# Triangle conditions

• Dec 26th 2010, 02:47 AM
sarahh
Triangle conditions
In triangle ABC, if \$\displaystyle a > b > c\$ which of the following must be true?

I. \$\displaystyle 60 < a < 180\$
II. \$\displaystyle 45 < b < 90\$
III. \$\displaystyle 0 < c < 60\$

Why is it only I and III? How can I both prove these are correct and disprove II?
• Dec 26th 2010, 03:11 AM
Quote:

Originally Posted by sarahh
In triangle ABC, if \$\displaystyle a > b > c\$ which of the following must be true?

I. \$\displaystyle 60 < a < 180\$
II. \$\displaystyle 45 < b < 90\$
III. \$\displaystyle 0 < c < 60\$

Why is it only I and III? How can I both prove these are correct and disprove II?

I. If the triangle was equilateral, then all 3 angles would be \$\displaystyle 60^o\$

Hence, if the triangle has a largest angle, it is greater than \$\displaystyle 60^o\$

while all angles must be less than \$\displaystyle 180^o\$ so that they can sum to \$\displaystyle 180^o\$

III. If one angle is greater than \$\displaystyle 60^o\$ than another must be less than \$\displaystyle 60^o.\$

This is because the two remaining angles sum to less than \$\displaystyle 120^o\$

and if they were equal, they'd both be less than \$\displaystyle 60^o.\$

II. If \$\displaystyle a=170^o\$ and \$\displaystyle c=1^o\$ then \$\displaystyle b=9^o\$ contradicts the statement.
• Dec 26th 2010, 03:16 AM
sarahh
Hmm but how come that would be 2's explanation (the triangle inquality theorem would fail wouldn't it?) Also, I still don't understand why angle a could be 179 (since that value would fit the bounds given--again the triangle inequality theorem would fail for angles b and c.) Maybe if we took some concrete examples? I still don't see it yet :(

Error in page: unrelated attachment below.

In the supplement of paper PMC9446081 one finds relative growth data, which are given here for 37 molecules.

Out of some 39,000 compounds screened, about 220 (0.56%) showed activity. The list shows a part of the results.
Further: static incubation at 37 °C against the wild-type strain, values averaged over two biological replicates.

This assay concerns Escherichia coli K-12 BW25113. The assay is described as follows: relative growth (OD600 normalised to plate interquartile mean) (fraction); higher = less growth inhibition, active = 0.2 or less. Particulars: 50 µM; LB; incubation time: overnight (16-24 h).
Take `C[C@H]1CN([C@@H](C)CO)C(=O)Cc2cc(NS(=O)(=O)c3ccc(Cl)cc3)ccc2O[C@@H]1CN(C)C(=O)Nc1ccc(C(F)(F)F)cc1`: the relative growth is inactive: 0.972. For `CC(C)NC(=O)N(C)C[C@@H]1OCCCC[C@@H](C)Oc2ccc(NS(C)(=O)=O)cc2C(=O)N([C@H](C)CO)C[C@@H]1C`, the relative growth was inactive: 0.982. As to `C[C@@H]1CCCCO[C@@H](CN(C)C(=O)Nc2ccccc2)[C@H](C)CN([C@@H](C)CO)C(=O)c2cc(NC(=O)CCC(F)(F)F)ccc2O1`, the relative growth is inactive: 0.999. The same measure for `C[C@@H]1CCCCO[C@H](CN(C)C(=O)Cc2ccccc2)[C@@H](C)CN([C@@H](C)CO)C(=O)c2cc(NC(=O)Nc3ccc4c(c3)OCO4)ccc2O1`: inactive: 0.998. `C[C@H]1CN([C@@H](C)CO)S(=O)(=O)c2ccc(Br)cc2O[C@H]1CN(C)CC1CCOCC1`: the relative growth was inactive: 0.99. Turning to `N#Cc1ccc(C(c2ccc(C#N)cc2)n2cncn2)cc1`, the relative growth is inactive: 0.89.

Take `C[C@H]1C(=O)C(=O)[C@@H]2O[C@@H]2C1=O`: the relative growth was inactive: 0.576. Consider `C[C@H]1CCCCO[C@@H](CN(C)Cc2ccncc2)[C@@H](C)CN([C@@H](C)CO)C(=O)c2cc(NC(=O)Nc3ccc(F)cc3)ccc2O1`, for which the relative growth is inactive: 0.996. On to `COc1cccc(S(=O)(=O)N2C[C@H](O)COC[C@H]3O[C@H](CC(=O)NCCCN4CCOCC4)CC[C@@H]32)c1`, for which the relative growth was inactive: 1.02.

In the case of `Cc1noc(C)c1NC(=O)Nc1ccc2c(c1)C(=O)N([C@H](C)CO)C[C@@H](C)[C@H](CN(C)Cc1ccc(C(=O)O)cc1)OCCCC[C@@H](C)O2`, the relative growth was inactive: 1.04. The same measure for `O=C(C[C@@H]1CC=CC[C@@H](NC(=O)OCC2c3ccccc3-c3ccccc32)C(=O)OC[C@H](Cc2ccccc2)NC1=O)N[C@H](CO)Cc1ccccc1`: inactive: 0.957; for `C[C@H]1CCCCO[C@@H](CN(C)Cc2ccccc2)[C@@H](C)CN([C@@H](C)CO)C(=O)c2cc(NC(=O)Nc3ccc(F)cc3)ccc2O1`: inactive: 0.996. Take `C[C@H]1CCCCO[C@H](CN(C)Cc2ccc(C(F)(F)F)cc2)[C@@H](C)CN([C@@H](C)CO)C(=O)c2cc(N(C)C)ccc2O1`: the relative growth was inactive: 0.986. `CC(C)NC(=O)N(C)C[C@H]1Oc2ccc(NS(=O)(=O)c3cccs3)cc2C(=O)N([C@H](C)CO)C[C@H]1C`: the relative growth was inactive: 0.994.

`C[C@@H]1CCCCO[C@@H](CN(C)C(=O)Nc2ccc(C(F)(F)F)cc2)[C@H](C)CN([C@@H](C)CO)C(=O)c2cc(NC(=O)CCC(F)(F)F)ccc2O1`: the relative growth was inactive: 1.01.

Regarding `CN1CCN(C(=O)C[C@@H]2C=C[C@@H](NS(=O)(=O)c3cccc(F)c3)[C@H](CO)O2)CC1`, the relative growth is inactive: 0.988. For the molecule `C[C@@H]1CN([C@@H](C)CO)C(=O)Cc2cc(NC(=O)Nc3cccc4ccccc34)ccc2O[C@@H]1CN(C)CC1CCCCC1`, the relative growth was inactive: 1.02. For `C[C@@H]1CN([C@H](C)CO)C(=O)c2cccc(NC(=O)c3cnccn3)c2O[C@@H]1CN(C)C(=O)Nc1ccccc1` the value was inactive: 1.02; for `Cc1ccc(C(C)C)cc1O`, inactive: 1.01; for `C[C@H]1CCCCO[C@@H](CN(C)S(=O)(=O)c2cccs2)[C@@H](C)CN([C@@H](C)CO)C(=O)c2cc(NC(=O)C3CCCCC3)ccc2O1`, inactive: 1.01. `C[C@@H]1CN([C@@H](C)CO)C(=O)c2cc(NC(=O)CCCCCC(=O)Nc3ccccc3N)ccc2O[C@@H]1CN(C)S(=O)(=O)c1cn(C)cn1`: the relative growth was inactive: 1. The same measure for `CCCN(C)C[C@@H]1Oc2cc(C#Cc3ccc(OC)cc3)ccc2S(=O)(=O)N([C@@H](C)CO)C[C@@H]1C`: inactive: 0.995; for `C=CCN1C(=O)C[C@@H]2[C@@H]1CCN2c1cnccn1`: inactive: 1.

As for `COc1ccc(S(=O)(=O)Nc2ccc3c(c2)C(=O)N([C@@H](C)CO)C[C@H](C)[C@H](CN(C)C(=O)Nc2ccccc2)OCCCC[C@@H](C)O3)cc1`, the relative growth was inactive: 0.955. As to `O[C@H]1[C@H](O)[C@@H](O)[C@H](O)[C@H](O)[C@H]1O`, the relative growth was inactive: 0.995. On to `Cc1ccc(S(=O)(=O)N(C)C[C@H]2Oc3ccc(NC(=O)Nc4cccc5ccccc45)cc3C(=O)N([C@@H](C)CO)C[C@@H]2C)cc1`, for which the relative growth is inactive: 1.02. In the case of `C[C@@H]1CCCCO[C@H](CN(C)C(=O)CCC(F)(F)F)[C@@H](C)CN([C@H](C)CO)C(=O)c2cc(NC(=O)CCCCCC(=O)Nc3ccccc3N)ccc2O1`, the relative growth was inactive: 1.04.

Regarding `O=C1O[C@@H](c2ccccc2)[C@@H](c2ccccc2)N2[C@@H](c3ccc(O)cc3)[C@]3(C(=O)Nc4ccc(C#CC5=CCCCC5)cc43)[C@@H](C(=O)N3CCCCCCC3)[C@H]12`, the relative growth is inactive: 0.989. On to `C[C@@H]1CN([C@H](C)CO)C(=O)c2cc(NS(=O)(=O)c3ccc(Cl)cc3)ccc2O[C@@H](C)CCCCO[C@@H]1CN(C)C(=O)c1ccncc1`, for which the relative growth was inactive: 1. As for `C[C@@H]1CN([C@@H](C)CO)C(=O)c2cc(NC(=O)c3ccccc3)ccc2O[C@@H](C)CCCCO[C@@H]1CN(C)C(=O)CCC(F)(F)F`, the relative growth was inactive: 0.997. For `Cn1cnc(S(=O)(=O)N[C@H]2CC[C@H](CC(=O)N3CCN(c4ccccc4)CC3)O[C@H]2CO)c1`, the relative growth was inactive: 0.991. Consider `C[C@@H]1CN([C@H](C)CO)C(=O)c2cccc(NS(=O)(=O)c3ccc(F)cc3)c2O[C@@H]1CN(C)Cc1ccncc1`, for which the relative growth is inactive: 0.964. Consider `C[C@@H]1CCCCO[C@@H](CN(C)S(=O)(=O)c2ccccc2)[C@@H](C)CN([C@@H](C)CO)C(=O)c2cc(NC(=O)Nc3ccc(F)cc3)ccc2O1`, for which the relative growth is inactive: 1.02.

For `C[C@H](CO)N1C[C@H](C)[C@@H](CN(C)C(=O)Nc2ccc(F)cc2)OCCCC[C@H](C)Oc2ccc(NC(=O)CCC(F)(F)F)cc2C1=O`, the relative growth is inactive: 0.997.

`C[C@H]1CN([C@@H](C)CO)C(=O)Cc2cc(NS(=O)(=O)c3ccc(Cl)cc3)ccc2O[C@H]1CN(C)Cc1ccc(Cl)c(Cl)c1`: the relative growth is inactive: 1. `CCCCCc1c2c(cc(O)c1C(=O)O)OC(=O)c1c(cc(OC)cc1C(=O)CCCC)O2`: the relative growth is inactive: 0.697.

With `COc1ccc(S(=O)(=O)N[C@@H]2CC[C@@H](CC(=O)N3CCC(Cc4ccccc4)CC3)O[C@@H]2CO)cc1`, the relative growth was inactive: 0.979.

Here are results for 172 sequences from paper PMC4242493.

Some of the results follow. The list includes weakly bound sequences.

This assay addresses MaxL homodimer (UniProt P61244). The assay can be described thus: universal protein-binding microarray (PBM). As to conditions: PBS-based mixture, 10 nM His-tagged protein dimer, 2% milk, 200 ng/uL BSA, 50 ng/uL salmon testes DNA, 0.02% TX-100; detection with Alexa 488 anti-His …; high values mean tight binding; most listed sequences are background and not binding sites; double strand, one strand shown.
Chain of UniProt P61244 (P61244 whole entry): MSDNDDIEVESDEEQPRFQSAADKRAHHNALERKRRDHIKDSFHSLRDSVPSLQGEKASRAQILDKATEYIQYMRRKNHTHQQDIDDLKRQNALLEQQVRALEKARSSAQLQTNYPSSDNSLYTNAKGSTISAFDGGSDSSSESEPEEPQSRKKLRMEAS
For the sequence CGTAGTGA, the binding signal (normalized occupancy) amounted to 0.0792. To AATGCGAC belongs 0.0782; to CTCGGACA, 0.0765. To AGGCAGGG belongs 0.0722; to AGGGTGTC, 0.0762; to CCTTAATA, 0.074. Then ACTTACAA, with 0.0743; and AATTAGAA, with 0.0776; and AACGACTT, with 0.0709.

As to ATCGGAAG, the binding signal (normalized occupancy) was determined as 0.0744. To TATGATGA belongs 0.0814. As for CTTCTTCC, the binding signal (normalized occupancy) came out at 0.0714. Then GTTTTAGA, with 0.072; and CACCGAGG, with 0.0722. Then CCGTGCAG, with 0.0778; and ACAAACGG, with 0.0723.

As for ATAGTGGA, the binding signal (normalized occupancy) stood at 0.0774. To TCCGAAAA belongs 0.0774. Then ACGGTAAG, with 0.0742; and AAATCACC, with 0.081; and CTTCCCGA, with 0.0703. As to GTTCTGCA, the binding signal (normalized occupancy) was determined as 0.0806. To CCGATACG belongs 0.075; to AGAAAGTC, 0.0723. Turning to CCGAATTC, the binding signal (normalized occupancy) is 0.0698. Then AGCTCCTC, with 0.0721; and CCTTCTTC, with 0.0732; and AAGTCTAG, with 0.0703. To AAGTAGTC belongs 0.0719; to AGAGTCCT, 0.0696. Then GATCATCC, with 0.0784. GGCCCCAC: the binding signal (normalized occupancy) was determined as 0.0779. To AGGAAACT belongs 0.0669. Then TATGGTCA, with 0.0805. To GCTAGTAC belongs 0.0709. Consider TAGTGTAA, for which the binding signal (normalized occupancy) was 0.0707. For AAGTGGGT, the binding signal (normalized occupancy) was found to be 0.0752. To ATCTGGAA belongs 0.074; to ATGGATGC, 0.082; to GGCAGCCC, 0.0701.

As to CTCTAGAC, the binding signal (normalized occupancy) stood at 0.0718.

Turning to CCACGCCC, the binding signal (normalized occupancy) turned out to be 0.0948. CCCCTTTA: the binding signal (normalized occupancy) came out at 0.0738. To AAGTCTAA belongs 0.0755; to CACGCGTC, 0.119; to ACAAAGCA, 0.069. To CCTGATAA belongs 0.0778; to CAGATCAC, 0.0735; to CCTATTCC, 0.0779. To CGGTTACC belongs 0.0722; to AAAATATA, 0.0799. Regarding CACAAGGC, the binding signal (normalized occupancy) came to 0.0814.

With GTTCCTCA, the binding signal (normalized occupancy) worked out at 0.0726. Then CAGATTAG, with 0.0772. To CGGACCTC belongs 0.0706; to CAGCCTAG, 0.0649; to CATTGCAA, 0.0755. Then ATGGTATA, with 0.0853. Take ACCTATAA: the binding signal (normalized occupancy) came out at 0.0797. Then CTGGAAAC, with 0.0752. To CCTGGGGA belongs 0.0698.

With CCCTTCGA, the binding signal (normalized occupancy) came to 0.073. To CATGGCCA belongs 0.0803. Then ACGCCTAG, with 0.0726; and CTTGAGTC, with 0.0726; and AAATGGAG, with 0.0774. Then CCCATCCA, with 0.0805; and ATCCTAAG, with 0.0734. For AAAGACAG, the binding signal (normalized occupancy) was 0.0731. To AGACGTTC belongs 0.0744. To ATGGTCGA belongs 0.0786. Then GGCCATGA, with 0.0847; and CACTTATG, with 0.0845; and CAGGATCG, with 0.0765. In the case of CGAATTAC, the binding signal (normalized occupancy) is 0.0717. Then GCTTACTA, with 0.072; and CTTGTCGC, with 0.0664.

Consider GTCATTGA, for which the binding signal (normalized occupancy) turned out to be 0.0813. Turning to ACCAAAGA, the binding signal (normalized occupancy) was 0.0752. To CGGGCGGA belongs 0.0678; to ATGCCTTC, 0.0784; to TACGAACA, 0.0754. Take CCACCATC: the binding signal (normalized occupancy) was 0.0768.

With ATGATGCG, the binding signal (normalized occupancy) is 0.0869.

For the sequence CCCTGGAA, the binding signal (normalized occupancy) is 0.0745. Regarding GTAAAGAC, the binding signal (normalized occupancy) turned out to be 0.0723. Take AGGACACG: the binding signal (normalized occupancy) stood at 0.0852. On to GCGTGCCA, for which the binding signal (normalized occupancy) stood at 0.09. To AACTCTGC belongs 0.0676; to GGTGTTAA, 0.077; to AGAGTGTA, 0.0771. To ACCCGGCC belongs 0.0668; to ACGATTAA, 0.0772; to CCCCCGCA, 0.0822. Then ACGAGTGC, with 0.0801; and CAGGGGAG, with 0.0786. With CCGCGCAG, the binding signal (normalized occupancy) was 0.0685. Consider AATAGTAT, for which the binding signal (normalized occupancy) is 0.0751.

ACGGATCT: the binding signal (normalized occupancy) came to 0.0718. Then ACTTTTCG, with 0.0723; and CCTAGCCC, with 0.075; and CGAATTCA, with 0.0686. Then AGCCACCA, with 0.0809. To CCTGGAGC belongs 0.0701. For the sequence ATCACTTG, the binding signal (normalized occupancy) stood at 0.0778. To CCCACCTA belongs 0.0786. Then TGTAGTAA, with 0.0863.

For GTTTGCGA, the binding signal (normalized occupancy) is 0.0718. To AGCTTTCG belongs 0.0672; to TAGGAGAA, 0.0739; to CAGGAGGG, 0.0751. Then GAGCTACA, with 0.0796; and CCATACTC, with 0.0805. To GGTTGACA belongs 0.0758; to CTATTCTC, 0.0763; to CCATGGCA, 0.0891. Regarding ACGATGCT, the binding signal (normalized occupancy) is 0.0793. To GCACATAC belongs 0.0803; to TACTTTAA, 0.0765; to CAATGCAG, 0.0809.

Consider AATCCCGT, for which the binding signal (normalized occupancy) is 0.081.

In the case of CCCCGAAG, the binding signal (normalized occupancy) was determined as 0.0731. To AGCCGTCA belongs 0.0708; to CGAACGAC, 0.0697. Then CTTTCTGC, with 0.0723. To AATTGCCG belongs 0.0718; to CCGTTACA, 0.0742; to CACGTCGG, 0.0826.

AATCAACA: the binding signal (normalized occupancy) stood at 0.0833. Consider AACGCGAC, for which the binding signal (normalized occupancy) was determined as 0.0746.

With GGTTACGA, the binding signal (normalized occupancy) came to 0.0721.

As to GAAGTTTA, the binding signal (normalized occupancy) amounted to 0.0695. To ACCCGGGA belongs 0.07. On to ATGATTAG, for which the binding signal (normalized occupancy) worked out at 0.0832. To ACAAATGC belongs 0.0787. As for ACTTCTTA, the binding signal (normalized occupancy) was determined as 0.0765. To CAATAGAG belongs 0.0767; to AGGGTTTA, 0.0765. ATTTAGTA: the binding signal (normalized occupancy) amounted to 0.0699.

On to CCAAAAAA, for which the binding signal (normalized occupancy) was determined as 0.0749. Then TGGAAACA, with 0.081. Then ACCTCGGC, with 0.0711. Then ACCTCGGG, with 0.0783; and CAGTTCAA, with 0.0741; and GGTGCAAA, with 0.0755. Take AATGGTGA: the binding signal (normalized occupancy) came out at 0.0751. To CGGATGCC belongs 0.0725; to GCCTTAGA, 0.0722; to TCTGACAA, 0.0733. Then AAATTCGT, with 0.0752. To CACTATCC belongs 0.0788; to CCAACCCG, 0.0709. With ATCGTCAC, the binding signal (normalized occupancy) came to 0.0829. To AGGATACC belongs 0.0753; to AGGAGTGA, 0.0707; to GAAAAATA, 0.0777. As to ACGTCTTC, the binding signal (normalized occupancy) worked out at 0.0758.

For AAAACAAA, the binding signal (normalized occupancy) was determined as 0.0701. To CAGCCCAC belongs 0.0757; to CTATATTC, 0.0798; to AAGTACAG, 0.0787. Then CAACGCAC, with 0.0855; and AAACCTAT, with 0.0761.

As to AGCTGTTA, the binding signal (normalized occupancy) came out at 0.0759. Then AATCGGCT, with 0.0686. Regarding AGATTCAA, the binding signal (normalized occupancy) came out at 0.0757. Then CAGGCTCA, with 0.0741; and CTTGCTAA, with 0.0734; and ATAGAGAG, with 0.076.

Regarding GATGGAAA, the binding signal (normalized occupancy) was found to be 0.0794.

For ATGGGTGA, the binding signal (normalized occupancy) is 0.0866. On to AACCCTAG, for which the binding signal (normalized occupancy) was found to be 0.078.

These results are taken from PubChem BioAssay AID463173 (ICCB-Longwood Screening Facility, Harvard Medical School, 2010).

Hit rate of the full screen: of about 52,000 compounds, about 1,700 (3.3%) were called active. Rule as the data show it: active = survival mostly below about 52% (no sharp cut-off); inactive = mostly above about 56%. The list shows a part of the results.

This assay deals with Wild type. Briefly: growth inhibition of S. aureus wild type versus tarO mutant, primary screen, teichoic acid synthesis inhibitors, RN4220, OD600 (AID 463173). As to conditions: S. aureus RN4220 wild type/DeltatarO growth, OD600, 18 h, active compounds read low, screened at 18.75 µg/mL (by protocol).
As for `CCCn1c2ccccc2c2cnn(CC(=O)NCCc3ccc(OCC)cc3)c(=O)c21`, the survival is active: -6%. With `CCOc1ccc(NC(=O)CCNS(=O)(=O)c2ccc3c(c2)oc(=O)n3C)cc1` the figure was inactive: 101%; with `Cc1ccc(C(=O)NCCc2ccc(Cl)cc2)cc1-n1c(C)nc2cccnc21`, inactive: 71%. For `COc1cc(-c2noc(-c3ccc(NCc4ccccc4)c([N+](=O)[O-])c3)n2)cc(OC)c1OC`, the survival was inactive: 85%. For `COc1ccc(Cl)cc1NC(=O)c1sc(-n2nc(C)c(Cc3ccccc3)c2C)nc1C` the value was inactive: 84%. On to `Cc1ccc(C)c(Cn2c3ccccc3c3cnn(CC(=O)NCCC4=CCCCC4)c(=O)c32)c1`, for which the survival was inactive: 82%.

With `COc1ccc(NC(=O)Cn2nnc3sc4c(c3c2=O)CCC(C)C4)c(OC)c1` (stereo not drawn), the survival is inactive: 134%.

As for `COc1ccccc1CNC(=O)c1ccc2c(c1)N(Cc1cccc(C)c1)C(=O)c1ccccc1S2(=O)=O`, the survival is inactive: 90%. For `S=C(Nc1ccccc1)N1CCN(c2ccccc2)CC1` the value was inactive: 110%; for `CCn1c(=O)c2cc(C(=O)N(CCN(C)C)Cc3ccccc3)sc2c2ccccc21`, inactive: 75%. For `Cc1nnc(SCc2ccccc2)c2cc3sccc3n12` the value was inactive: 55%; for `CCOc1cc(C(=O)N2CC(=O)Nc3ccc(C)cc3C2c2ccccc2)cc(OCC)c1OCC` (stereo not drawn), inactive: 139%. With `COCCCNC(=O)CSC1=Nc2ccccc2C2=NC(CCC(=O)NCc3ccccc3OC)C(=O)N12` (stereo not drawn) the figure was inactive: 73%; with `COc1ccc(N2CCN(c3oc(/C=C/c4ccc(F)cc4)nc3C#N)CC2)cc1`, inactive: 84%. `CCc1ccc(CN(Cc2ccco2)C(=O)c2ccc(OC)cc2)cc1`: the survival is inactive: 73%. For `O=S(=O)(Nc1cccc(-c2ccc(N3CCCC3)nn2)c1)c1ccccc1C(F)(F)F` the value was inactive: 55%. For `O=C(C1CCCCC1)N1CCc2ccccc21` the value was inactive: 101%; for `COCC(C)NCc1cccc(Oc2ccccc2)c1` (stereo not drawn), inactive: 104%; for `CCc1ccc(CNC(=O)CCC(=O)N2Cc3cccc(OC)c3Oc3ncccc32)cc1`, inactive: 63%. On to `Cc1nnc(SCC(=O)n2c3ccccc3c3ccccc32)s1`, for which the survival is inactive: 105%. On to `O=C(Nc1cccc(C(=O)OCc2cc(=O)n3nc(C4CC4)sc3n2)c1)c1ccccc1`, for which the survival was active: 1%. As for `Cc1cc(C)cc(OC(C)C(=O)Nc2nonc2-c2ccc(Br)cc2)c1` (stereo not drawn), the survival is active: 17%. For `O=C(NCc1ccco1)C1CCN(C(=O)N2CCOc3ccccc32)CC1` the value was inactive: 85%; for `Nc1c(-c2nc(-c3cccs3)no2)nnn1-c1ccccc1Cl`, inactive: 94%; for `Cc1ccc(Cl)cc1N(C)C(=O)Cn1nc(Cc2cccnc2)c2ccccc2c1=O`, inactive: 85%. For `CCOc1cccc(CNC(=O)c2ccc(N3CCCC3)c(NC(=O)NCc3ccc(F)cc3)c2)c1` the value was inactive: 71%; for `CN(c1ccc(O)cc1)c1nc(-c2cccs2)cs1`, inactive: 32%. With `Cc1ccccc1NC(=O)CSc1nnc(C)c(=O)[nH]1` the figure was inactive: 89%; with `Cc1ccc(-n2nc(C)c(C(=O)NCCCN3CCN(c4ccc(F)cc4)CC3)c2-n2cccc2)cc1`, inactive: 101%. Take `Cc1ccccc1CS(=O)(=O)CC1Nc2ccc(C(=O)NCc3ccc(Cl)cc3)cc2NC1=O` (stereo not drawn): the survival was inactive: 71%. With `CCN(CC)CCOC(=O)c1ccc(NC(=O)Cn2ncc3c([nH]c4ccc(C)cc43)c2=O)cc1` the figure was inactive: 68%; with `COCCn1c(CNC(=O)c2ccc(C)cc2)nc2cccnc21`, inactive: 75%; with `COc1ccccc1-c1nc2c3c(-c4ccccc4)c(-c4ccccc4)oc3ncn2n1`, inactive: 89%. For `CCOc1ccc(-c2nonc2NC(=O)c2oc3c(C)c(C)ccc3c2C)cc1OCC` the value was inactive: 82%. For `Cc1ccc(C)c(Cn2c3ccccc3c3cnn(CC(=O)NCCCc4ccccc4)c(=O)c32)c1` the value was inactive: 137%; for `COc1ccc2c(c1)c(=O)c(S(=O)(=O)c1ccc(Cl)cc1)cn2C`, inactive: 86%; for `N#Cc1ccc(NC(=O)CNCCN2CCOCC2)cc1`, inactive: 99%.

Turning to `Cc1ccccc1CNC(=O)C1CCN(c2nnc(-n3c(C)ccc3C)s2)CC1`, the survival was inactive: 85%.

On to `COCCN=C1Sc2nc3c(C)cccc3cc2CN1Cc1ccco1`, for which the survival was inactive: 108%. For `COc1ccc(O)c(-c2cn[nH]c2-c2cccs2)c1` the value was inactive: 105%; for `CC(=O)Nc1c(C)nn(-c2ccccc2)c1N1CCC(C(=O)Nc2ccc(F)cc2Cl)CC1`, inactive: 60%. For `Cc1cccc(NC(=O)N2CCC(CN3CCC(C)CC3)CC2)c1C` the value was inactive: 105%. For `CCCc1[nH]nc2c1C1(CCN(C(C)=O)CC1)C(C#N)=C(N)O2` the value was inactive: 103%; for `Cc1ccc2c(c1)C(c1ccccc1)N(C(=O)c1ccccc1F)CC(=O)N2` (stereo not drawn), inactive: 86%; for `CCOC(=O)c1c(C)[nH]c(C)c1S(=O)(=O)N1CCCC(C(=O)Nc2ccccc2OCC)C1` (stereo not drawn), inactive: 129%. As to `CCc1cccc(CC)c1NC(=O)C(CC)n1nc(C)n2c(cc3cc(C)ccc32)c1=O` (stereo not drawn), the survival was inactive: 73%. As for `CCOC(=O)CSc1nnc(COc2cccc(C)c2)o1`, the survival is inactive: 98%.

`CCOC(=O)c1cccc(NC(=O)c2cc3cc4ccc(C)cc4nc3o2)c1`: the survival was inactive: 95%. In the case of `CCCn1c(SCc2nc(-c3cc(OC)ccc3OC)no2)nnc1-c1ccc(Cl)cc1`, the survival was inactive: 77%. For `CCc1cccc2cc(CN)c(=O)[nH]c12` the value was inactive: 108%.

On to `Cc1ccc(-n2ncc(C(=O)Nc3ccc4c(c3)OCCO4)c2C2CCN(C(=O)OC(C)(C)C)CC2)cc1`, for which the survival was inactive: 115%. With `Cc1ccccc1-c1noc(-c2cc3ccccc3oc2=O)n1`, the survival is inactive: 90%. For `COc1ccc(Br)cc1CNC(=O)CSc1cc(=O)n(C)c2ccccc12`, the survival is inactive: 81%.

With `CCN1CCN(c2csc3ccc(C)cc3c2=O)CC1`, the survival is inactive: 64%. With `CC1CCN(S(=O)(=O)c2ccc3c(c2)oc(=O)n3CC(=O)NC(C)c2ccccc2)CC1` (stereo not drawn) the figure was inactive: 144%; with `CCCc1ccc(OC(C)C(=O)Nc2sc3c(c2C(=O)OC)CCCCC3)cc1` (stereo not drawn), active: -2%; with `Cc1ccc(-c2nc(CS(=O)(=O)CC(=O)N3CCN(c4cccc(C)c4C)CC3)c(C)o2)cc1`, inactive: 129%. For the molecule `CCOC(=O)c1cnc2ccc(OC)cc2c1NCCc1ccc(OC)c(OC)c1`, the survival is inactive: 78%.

• Dec 26th 2010, 03:30 AM
Plato
The key is in the given, \$\displaystyle a>b>c\$.
If I were false the all three angles are less than \$\displaystyle 60\$: impossible.

If III were false the all three angles are greater than \$\displaystyle 60\$: impossible.

But as Mr. Meade has shown, II can be false without contradiction.
• Dec 26th 2010, 03:45 AM
sarahh
But wait, that is just one way to read part I..if a = 179 how could this be? What about an example of: a = 80, b = 70, and c = 30, where all 3 are true above..
• Dec 26th 2010, 04:08 AM
Plato
Quote:

Originally Posted by sarahh
But wait, that is just one way to read part I..if a = 179 how could this be? What about an example of: a = 80, b = 70, and c = 30, where all 3 are true above..

All of that is true. But it has nothing to do with the question.
The question ask: Which of these conditions must be true?
You have been shown that I & III must be true but II can be false.
• Dec 26th 2010, 04:44 AM
sarahh
That's kinda my point too, I mean if it has to be true for all possible numbers in the interval then why could a = 179 in the first case?
• Dec 26th 2010, 05:12 AM
Quote:

Originally Posted by sarahh
That's kinda my point too, I mean if it has to be true for all possible numbers in the interval then why could a = 179 in the first case?

Hi sarahh,

\$\displaystyle a=179^o\$

\$\displaystyle b+c=1^o,\;\;b>c\$

I and III are vindicated as normal but II is violated.

\$\displaystyle b=0.8^o,\;\;c=0.2^o\$ is one of multiple ways to combine b and c.

Study Plato's responses as they are beautifully concise.